Data stored in the Cloud safer than desktop: Google US

Director of security sees a future where more data will be Cloud-based

Google Apps US director of security, Eran Feigenbaum

Google Apps US director of security, Eran Feigenbaum

More enterprises will shift data into the Cloud as the service becomes more secure and physical data continues to be compromised, according to Google Apps US director of security, Eran Feigenbaum.

Feigenbaum told Computerworld Australia that according to research conducted by Google in the US, 60 per cent of data still resides on unprotected laptops and desktops despite one in every 12 laptops being lost or stolen within the first 12 months of purchase, which could be avoided by using a Cloud service.

"We have zero scheduled downtime for our services and in fact, in 2010, Gmail was available about 99.94 per cent of the time,” he said.

“So far in 2011 it’s been 99.99 per cent and if you compare that to an on-premise server offering that is down every month for servicing, that’s a pretty good percentage.”

Based on conversations with chief information security officers, Feigenbaum said that what bothers them the most is that software patching is still a huge problem.

"Most organisations have a very heterogenous environment with multiple different operating systems, different applications, user stores and different version," he said.

"As we all know, software vendors issue security patches on a regular basis. It is now their job to consume those patches and understand if they are applicable and get them deployed, all before the bad guys reverse engineer those patches."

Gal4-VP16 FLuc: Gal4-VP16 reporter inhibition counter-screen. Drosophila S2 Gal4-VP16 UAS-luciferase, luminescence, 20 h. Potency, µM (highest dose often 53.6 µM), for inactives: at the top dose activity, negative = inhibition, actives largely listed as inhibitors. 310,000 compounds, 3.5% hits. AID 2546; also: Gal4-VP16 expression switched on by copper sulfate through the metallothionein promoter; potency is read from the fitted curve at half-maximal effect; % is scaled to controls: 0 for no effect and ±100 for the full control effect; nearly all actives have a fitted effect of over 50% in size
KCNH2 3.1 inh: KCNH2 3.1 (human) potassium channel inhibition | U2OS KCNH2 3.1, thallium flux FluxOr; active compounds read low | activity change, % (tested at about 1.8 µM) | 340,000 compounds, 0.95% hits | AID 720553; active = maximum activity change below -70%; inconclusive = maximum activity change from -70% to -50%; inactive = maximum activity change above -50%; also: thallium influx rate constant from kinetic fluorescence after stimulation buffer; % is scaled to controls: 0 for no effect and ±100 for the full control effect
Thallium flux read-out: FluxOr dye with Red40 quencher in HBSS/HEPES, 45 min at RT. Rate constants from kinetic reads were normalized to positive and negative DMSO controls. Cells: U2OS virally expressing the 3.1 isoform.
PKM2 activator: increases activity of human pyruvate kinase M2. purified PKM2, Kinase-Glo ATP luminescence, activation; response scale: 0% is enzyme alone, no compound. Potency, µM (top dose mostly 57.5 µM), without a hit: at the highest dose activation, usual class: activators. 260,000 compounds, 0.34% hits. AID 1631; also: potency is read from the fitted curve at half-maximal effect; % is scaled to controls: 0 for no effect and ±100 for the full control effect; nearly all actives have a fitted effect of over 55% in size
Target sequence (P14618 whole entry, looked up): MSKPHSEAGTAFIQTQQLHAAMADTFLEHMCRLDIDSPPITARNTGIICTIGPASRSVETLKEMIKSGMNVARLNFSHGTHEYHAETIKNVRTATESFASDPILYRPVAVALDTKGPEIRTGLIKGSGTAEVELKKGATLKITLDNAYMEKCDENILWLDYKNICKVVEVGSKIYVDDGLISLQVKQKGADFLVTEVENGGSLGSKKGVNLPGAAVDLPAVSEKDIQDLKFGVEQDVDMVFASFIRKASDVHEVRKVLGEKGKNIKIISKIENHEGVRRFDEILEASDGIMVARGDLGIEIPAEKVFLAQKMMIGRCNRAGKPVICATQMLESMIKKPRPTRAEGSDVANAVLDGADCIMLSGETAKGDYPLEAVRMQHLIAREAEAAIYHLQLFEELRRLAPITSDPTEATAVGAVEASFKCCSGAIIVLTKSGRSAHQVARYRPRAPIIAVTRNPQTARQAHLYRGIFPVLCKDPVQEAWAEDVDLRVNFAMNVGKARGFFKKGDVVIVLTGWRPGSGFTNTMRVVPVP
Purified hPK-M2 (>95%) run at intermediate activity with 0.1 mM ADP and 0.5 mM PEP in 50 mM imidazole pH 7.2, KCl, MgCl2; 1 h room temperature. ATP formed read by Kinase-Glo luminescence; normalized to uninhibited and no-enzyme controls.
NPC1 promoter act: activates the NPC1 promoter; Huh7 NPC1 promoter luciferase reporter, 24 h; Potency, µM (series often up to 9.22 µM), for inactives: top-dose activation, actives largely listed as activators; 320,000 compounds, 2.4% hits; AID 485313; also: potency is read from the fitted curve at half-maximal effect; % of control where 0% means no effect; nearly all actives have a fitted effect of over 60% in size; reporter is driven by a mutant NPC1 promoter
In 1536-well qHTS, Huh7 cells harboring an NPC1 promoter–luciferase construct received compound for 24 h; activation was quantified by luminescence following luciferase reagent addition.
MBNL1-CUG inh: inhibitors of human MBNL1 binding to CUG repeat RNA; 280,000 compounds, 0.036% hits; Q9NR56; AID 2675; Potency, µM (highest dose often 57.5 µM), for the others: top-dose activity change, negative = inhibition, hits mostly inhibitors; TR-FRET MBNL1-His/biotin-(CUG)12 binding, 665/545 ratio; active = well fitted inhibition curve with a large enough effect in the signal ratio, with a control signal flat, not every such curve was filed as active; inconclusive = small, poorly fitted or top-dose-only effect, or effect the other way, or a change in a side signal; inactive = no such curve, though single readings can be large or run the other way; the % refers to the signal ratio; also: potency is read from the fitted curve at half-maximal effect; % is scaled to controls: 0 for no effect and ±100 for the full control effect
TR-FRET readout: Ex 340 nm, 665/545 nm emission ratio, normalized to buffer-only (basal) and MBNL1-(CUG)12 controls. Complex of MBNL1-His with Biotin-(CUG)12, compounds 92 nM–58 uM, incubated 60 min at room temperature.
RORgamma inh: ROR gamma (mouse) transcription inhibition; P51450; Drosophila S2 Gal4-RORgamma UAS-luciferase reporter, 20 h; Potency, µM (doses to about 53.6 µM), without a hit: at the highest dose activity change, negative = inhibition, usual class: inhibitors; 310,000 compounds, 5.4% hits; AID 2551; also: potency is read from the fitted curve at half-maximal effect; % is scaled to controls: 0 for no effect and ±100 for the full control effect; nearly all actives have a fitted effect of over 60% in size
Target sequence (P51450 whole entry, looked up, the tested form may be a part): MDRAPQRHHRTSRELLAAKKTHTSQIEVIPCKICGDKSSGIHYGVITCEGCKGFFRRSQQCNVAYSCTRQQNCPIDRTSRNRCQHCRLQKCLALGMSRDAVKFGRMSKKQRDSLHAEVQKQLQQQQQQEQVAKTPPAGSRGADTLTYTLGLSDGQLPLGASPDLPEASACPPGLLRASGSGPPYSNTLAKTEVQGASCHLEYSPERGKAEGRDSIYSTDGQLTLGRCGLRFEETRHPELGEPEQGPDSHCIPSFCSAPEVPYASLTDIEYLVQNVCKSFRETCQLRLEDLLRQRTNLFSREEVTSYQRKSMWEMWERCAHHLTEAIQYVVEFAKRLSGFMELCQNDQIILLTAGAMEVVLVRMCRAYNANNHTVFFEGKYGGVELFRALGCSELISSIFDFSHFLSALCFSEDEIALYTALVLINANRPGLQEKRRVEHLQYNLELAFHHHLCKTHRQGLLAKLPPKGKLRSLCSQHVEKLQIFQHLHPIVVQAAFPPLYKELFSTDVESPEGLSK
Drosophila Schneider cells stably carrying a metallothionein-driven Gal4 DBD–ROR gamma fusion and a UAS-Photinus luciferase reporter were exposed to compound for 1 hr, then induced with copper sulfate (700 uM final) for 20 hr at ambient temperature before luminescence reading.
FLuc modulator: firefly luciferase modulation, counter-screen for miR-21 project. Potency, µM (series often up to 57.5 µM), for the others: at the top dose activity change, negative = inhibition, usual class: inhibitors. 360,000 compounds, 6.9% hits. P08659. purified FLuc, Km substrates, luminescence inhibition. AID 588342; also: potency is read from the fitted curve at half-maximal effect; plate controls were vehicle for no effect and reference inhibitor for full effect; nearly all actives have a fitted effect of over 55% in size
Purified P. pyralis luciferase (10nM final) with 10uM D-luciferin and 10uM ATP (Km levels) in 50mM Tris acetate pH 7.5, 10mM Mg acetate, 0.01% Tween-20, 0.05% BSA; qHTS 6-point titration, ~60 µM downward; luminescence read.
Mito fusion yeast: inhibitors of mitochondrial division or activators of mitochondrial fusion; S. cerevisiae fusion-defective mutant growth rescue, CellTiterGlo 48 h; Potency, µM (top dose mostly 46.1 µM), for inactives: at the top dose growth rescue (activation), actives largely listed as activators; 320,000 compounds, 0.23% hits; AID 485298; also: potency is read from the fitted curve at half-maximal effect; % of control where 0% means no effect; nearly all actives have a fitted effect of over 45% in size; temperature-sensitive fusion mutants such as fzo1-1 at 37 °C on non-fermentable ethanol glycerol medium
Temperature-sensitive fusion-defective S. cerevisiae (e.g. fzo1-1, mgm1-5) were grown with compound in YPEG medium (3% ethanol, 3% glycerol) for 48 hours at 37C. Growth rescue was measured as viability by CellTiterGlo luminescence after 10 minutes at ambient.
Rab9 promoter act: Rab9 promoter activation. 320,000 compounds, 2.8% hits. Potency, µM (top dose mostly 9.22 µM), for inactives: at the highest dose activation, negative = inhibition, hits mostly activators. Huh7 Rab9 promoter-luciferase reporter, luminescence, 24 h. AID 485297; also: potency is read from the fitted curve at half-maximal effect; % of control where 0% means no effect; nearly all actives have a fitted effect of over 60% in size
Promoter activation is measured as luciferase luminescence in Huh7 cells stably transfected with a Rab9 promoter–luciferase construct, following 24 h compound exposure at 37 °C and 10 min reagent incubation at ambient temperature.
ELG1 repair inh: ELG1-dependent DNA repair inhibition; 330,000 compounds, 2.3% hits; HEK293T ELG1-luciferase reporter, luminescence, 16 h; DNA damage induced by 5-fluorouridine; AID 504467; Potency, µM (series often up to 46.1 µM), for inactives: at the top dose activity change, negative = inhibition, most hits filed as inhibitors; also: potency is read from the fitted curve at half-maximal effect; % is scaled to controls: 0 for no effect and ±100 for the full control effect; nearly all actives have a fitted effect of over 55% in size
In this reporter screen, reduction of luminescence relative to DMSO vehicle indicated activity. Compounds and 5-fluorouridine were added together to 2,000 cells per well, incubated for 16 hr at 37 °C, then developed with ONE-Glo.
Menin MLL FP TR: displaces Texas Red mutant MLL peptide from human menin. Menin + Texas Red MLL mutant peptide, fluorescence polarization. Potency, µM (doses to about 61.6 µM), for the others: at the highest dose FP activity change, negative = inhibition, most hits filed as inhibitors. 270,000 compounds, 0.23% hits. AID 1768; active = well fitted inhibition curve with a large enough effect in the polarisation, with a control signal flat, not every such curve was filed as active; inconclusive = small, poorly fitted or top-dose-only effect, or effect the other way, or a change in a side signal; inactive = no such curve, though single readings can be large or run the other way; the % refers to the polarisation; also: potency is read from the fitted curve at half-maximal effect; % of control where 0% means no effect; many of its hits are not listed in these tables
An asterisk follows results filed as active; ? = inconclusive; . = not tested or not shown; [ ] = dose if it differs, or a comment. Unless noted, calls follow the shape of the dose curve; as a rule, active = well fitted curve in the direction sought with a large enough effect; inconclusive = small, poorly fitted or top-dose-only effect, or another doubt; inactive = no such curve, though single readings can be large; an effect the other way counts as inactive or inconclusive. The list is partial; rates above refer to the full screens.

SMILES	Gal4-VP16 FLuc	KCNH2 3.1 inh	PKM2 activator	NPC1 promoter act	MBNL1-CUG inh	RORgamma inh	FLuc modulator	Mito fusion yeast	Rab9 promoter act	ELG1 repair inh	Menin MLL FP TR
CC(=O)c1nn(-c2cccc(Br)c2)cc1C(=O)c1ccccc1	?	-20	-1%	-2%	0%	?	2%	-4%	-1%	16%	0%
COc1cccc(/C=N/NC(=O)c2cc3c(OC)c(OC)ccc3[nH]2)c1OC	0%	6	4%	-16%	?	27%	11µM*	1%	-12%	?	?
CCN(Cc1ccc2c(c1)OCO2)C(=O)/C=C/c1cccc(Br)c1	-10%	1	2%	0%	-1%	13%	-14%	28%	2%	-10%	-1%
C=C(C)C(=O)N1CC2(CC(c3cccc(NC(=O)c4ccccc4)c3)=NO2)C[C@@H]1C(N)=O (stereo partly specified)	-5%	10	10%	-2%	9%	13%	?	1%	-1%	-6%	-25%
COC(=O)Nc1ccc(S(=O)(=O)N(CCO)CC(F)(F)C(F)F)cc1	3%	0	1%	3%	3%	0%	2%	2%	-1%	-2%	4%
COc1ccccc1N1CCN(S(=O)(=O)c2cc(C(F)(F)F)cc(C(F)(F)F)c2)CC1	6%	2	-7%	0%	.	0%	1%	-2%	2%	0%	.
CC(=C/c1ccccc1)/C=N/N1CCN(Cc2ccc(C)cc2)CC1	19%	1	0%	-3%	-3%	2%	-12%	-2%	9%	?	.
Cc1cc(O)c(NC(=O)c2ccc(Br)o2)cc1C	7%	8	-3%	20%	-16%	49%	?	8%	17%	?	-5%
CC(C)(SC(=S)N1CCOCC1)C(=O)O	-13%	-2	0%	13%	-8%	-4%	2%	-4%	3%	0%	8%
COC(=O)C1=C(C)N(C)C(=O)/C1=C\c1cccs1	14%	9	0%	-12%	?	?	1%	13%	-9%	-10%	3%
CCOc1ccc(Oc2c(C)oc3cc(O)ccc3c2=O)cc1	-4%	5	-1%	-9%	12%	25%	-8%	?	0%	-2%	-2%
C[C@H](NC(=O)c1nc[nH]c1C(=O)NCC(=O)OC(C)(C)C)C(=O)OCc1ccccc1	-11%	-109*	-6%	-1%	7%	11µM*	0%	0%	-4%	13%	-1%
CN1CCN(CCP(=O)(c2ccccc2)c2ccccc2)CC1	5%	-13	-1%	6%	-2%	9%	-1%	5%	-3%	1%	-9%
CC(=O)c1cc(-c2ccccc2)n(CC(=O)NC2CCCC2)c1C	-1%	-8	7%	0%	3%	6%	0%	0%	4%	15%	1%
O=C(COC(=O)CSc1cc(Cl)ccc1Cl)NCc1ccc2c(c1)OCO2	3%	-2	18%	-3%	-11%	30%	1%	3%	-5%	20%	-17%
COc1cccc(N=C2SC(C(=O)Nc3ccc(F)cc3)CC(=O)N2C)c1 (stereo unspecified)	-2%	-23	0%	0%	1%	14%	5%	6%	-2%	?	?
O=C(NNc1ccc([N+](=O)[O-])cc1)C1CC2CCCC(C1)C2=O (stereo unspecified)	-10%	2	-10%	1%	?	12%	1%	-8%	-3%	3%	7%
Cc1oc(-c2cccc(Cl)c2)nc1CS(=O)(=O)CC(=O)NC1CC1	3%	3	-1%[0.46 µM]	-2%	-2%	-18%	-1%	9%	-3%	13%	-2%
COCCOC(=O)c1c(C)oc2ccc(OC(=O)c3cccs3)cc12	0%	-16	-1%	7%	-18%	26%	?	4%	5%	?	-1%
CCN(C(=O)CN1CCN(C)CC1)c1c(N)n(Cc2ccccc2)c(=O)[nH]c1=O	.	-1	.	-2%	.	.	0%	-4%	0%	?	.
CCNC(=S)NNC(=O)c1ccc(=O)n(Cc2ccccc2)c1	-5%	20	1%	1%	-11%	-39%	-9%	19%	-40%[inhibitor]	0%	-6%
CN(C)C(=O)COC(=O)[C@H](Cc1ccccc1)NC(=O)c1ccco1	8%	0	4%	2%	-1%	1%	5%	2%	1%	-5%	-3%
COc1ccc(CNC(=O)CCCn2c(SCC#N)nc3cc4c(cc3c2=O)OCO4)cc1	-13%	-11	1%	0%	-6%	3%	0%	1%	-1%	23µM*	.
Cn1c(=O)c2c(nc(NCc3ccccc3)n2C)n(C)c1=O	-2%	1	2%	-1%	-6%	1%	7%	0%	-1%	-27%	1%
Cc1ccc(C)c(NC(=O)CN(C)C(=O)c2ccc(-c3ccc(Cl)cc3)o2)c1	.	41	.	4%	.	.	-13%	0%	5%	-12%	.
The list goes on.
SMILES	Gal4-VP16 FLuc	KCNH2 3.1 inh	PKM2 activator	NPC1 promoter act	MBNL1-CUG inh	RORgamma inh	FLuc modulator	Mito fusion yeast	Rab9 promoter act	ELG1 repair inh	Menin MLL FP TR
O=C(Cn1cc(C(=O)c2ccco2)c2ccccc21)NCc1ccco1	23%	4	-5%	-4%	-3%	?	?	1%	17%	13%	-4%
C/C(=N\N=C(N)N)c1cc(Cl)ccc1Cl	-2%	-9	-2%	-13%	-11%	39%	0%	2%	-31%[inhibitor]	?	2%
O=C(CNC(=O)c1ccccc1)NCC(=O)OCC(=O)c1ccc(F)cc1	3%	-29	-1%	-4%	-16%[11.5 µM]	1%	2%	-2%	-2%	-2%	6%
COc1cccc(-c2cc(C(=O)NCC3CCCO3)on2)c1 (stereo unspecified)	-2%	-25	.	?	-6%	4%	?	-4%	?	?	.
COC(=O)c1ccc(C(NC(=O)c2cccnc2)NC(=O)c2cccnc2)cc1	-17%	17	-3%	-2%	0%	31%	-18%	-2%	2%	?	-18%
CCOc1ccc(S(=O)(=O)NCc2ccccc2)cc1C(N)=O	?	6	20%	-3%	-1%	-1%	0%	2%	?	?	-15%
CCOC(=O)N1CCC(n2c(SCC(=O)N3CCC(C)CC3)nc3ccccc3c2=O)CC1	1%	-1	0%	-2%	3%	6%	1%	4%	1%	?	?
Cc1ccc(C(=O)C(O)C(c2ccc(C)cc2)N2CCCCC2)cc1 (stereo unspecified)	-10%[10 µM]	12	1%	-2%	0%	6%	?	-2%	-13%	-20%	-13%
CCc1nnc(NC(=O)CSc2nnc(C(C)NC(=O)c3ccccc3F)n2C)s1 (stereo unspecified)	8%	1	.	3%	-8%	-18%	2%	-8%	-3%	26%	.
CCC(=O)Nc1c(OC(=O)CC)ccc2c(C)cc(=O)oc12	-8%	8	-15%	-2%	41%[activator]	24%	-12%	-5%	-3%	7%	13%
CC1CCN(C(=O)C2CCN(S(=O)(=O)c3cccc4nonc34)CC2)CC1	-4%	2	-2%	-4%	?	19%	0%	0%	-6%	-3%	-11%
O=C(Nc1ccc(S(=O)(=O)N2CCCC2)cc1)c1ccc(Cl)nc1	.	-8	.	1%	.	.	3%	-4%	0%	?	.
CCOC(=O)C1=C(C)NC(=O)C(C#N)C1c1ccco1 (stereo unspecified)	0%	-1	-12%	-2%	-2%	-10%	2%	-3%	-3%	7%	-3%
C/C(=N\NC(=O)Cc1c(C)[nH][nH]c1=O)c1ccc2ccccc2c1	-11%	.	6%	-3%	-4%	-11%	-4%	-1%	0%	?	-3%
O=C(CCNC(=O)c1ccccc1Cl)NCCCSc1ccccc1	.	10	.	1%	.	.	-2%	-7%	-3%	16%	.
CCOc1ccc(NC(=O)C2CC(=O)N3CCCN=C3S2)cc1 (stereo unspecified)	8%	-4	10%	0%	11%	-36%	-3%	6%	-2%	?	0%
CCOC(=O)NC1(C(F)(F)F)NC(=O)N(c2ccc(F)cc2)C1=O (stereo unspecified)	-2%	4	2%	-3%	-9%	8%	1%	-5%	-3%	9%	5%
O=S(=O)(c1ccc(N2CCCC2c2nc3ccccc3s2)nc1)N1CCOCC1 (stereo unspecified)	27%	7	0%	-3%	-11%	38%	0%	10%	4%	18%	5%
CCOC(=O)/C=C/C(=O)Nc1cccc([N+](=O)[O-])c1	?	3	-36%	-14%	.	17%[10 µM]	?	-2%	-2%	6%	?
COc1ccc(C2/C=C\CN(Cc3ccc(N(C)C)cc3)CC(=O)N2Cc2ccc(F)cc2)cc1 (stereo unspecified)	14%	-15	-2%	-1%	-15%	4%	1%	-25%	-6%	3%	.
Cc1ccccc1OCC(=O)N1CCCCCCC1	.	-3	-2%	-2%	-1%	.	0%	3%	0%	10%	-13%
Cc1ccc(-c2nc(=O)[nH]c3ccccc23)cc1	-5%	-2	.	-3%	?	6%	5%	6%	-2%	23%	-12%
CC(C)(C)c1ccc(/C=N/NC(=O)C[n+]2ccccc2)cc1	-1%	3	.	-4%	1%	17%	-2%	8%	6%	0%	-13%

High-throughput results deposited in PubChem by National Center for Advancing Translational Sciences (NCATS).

Citing security research from Microsoft US, Feigenbaum said that companies take between 25 and 56 days to deploy an operating system once they’ve been released, which is a “scary number to have an open, known vulnerability”, but he said moving into the Cloud could prevent such a problem because there are no more servers to patch.

He also said that unlike some Cloud service providers, Google stipulates in its contract that it will contact customers if there is an outage and indeed, Google had been the subject of a number of outages and attacks.

"About four years ago, there was a documents incident which affected about 0.1 per cent of [Google] documents and we notified customers with as much information as possible," he said.

There was also the Aurora incident in June, where Google announced it had disrupted a targeted phishing campaign which it claimed was the work of Chinese hackers.

The campaign was designed to hijack Gmail accounts belonging to senior US and South Korean government officials, military personnel, Chinese activists and journalists.

Feigenbaum said that attack used sophisticated malware, with a number of Gmail accounts affected.

He added that Google was prepared for attacks on its data centres and can switch operations from New York to California, as well as overseas locations such as Zurich in Switzerland on a daily basis.

While he jokingly acknowledged that security professionals "don't sleep at all", Feigenbaum said he slept better now that he had a team of 250 security staff, including penetration testers and malware specialists who were keeping a vigilant eye on operations.

However, one thing that keeps him awake at night is advanced persistent threats (APTs) on the company.